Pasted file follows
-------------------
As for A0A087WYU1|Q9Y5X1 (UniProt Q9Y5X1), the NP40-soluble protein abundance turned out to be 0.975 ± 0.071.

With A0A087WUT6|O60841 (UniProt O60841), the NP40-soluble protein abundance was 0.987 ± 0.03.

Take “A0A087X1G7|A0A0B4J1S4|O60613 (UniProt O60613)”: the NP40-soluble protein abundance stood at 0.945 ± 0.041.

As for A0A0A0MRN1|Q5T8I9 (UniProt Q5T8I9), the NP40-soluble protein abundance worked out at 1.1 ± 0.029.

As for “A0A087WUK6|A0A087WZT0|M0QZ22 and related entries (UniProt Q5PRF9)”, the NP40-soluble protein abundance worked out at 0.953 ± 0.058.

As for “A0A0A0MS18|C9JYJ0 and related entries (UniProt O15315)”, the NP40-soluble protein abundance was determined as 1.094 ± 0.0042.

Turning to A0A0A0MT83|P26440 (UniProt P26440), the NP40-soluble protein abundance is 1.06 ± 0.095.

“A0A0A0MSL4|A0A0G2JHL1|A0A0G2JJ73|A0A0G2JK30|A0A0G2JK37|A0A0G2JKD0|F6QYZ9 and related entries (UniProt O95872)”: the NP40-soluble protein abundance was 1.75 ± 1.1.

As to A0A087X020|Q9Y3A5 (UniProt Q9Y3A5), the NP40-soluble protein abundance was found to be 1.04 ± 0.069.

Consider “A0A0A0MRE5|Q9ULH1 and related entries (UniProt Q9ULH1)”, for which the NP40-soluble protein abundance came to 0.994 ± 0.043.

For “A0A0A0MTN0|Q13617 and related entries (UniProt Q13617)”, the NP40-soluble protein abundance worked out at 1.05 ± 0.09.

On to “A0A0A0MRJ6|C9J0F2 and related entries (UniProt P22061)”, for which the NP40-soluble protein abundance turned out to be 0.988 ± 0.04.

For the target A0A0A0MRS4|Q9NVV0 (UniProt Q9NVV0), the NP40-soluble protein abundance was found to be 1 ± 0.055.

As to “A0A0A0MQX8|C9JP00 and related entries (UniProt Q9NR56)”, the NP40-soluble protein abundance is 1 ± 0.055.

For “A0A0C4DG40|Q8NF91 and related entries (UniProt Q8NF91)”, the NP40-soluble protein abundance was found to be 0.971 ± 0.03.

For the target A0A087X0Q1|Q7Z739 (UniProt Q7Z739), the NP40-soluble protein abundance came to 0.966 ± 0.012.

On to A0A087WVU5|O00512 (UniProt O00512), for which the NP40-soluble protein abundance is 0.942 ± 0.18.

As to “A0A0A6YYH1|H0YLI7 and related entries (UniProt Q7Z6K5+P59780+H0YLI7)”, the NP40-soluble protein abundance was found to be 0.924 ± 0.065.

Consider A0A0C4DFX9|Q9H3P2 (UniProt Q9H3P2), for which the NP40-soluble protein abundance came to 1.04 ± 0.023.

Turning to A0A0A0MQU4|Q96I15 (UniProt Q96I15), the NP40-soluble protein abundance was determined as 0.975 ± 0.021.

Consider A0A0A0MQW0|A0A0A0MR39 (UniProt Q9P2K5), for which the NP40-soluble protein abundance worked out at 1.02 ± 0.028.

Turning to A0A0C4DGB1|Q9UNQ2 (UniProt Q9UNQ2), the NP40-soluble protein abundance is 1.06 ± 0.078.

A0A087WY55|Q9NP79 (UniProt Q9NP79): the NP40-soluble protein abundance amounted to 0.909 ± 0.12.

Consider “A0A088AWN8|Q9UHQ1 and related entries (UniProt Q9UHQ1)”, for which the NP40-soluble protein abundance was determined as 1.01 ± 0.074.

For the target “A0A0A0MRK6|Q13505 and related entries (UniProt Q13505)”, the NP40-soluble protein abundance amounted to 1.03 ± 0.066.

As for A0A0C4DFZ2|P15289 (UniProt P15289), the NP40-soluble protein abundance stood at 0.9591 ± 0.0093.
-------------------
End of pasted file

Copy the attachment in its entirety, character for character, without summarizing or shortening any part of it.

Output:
As for A0A087WYU1|Q9Y5X1 (UniProt Q9Y5X1), the NP40-soluble protein abundance turned out to be 0.975 ± 0.071.

With A0A087WUT6|O60841 (UniProt O60841), the NP40-soluble protein abundance was 0.987 ± 0.03.

Take “A0A087X1G7|A0A0B4J1S4|O60613 (UniProt O60613)”: the NP40-soluble protein abundance stood at 0.945 ± 0.041.

As for A0A0A0MRN1|Q5T8I9 (UniProt Q5T8I9), the NP40-soluble protein abundance worked out at 1.1 ± 0.029.

As for “A0A087WUK6|A0A087WZT0|M0QZ22 and related entries (UniProt Q5PRF9)”, the NP40-soluble protein abundance worked out at 0.953 ± 0.058.

As for “A0A0A0MS18|C9JYJ0 and related entries (UniProt O15315)”, the NP40-soluble protein abundance was determined as 1.094 ± 0.0042.

Turning to A0A0A0MT83|P26440 (UniProt P26440), the NP40-soluble protein abundance is 1.06 ± 0.095.

“A0A0A0MSL4|A0A0G2JHL1|A0A0G2JJ73|A0A0G2JK30|A0A0G2JK37|A0A0G2JKD0|F6QYZ9 and related entries (UniProt O95872)”: the NP40-soluble protein abundance was 1.75 ± 1.1.

As to A0A087X020|Q9Y3A5 (UniProt Q9Y3A5), the NP40-soluble protein abundance was found to be 1.04 ± 0.069.

Consider “A0A0A0MRE5|Q9ULH1 and related entries (UniProt Q9ULH1)”, for which the NP40-soluble protein abundance came to 0.994 ± 0.043.

For “A0A0A0MTN0|Q13617 and related entries (UniProt Q13617)”, the NP40-soluble protein abundance worked out at 1.05 ± 0.09.

On to “A0A0A0MRJ6|C9J0F2 and related entries (UniProt P22061)”, for which the NP40-soluble protein abundance turned out to be 0.988 ± 0.04.

For the target A0A0A0MRS4|Q9NVV0 (UniProt Q9NVV0), the NP40-soluble protein abundance was found to be 1 ± 0.055.

As to “A0A0A0MQX8|C9JP00 and related entries (UniProt Q9NR56)”, the NP40-soluble protein abundance is 1 ± 0.055.

For “A0A0C4DG40|Q8NF91 and related entries (UniProt Q8NF91)”, the NP40-soluble protein abundance was found to be 0.971 ± 0.03.

For the target A0A087X0Q1|Q7Z739 (UniProt Q7Z739), the NP40-soluble protein abundance came to 0.966 ± 0.012.

On to A0A087WVU5|O00512 (UniProt O00512), for which the NP40-soluble protein abundance is 0.942 ± 0.18.

As to “A0A0A6YYH1|H0YLI7 and related entries (UniProt Q7Z6K5+P59780+H0YLI7)”, the NP40-soluble protein abundance was found to be 0.924 ± 0.065.

Consider A0A0C4DFX9|Q9H3P2 (UniProt Q9H3P2), for which the NP40-soluble protein abundance came to 1.04 ± 0.023.

Turning to A0A0A0MQU4|Q96I15 (UniProt Q96I15), the NP40-soluble protein abundance was determined as 0.975 ± 0.021.

Consider A0A0A0MQW0|A0A0A0MR39 (UniProt Q9P2K5), for which the NP40-soluble protein abundance worked out at 1.02 ± 0.028.

Turning to A0A0C4DGB1|Q9UNQ2 (UniProt Q9UNQ2), the NP40-soluble protein abundance is 1.06 ± 0.078.

A0A087WY55|Q9NP79 (UniProt Q9NP79): the NP40-soluble protein abundance amounted to 0.909 ± 0.12.

Consider “A0A088AWN8|Q9UHQ1 and related entries (UniProt Q9UHQ1)”, for which the NP40-soluble protein abundance was determined as 1.01 ± 0.074.

For the target “A0A0A0MRK6|Q13505 and related entries (UniProt Q13505)”, the NP40-soluble protein abundance amounted to 1.03 ± 0.066.

As for A0A0C4DFZ2|P15289 (UniProt P15289), the NP40-soluble protein abundance stood at 0.9591 ± 0.0093.